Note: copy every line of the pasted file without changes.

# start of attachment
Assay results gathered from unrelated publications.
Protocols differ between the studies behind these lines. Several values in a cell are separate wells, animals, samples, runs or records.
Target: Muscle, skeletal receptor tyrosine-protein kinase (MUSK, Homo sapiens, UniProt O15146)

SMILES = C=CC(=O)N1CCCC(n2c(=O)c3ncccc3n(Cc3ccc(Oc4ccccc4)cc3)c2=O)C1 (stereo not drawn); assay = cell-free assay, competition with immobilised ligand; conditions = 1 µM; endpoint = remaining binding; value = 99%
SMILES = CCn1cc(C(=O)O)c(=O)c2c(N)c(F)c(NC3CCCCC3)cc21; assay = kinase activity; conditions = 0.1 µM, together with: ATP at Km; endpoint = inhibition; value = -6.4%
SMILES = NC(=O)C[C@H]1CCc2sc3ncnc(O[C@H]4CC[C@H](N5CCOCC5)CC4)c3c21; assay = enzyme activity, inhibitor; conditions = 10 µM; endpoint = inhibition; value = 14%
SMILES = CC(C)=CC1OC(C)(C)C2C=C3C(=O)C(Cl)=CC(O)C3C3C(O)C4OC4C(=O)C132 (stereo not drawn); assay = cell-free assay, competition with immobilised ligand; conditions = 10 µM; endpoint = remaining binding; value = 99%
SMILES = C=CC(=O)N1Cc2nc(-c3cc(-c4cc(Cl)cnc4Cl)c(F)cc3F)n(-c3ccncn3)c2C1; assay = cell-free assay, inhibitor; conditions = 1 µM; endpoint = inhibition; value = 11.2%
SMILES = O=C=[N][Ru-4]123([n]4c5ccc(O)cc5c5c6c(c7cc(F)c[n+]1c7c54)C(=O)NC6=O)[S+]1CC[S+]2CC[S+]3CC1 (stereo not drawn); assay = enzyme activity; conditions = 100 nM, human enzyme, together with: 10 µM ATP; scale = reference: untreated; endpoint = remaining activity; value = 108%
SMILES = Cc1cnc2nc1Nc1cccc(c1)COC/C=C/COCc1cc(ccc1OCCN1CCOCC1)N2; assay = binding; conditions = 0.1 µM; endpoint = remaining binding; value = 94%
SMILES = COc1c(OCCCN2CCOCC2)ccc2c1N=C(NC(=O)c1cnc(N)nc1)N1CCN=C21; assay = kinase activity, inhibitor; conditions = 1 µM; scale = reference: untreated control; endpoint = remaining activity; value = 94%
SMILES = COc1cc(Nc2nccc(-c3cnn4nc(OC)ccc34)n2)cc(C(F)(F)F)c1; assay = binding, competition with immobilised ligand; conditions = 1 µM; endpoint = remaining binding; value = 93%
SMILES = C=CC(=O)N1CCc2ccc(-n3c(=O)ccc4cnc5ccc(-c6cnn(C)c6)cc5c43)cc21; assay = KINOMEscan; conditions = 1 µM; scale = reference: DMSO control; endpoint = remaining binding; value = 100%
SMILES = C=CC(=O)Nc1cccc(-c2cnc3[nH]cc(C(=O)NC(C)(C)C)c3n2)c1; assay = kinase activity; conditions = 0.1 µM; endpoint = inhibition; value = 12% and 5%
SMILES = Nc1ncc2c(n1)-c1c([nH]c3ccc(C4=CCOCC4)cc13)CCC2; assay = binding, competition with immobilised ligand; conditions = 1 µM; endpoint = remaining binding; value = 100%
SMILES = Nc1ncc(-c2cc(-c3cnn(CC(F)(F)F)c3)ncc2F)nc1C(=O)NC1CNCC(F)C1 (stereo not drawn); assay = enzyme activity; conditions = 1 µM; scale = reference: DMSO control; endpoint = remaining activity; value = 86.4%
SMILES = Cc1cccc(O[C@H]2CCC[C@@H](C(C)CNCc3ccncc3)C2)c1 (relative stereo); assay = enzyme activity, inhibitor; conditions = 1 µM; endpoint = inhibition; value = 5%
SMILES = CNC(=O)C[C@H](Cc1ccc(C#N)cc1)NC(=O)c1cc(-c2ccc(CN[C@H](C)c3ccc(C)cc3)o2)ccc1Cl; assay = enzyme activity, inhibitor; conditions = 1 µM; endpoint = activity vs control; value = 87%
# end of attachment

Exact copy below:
Assay results gathered from unrelated publications.
Protocols differ between the studies behind these lines. Several values in a cell are separate wells, animals, samples, runs or records.
Target: Muscle, skeletal receptor tyrosine-protein kinase (MUSK, Homo sapiens, UniProt O15146)

SMILES = C=CC(=O)N1CCCC(n2c(=O)c3ncccc3n(Cc3ccc(Oc4ccccc4)cc3)c2=O)C1 (stereo not drawn); assay = cell-free assay, competition with immobilised ligand; conditions = 1 µM; endpoint = remaining binding; value = 99%
SMILES = CCn1cc(C(=O)O)c(=O)c2c(N)c(F)c(NC3CCCCC3)cc21; assay = kinase activity; conditions = 0.1 µM, together with: ATP at Km; endpoint = inhibition; value = -6.4%
SMILES = NC(=O)C[C@H]1CCc2sc3ncnc(O[C@H]4CC[C@H](N5CCOCC5)CC4)c3c21; assay = enzyme activity, inhibitor; conditions = 10 µM; endpoint = inhibition; value = 14%
SMILES = CC(C)=CC1OC(C)(C)C2C=C3C(=O)C(Cl)=CC(O)C3C3C(O)C4OC4C(=O)C132 (stereo not drawn); assay = cell-free assay, competition with immobilised ligand; conditions = 10 µM; endpoint = remaining binding; value = 99%
SMILES = C=CC(=O)N1Cc2nc(-c3cc(-c4cc(Cl)cnc4Cl)c(F)cc3F)n(-c3ccncn3)c2C1; assay = cell-free assay, inhibitor; conditions = 1 µM; endpoint = inhibition; value = 11.2%
SMILES = O=C=[N][Ru-4]123([n]4c5ccc(O)cc5c5c6c(c7cc(F)c[n+]1c7c54)C(=O)NC6=O)[S+]1CC[S+]2CC[S+]3CC1 (stereo not drawn); assay = enzyme activity; conditions = 100 nM, human enzyme, together with: 10 µM ATP; scale = reference: untreated; endpoint = remaining activity; value = 108%
SMILES = Cc1cnc2nc1Nc1cccc(c1)COC/C=C/COCc1cc(ccc1OCCN1CCOCC1)N2; assay = binding; conditions = 0.1 µM; endpoint = remaining binding; value = 94%
SMILES = COc1c(OCCCN2CCOCC2)ccc2c1N=C(NC(=O)c1cnc(N)nc1)N1CCN=C21; assay = kinase activity, inhibitor; conditions = 1 µM; scale = reference: untreated control; endpoint = remaining activity; value = 94%
SMILES = COc1cc(Nc2nccc(-c3cnn4nc(OC)ccc34)n2)cc(C(F)(F)F)c1; assay = binding, competition with immobilised ligand; conditions = 1 µM; endpoint = remaining binding; value = 93%
SMILES = C=CC(=O)N1CCc2ccc(-n3c(=O)ccc4cnc5ccc(-c6cnn(C)c6)cc5c43)cc21; assay = KINOMEscan; conditions = 1 µM; scale = reference: DMSO control; endpoint = remaining binding; value = 100%
SMILES = C=CC(=O)Nc1cccc(-c2cnc3[nH]cc(C(=O)NC(C)(C)C)c3n2)c1; assay = kinase activity; conditions = 0.1 µM; endpoint = inhibition; value = 12% and 5%
SMILES = Nc1ncc2c(n1)-c1c([nH]c3ccc(C4=CCOCC4)cc13)CCC2; assay = binding, competition with immobilised ligand; conditions = 1 µM; endpoint = remaining binding; value = 100%
SMILES = Nc1ncc(-c2cc(-c3cnn(CC(F)(F)F)c3)ncc2F)nc1C(=O)NC1CNCC(F)C1 (stereo not drawn); assay = enzyme activity; conditions = 1 µM; scale = reference: DMSO control; endpoint = remaining activity; value = 86.4%
SMILES = Cc1cccc(O[C@H]2CCC[C@@H](C(C)CNCc3ccncc3)C2)c1 (relative stereo); assay = enzyme activity, inhibitor; conditions = 1 µM; endpoint = inhibition; value = 5%
SMILES = CNC(=O)C[C@H](Cc1ccc(C#N)cc1)NC(=O)c1cc(-c2ccc(CN[C@H](C)c3ccc(C)cc3)o2)ccc1Cl; assay = enzyme activity, inhibitor; conditions = 1 µM; endpoint = activity vs control; value = 87%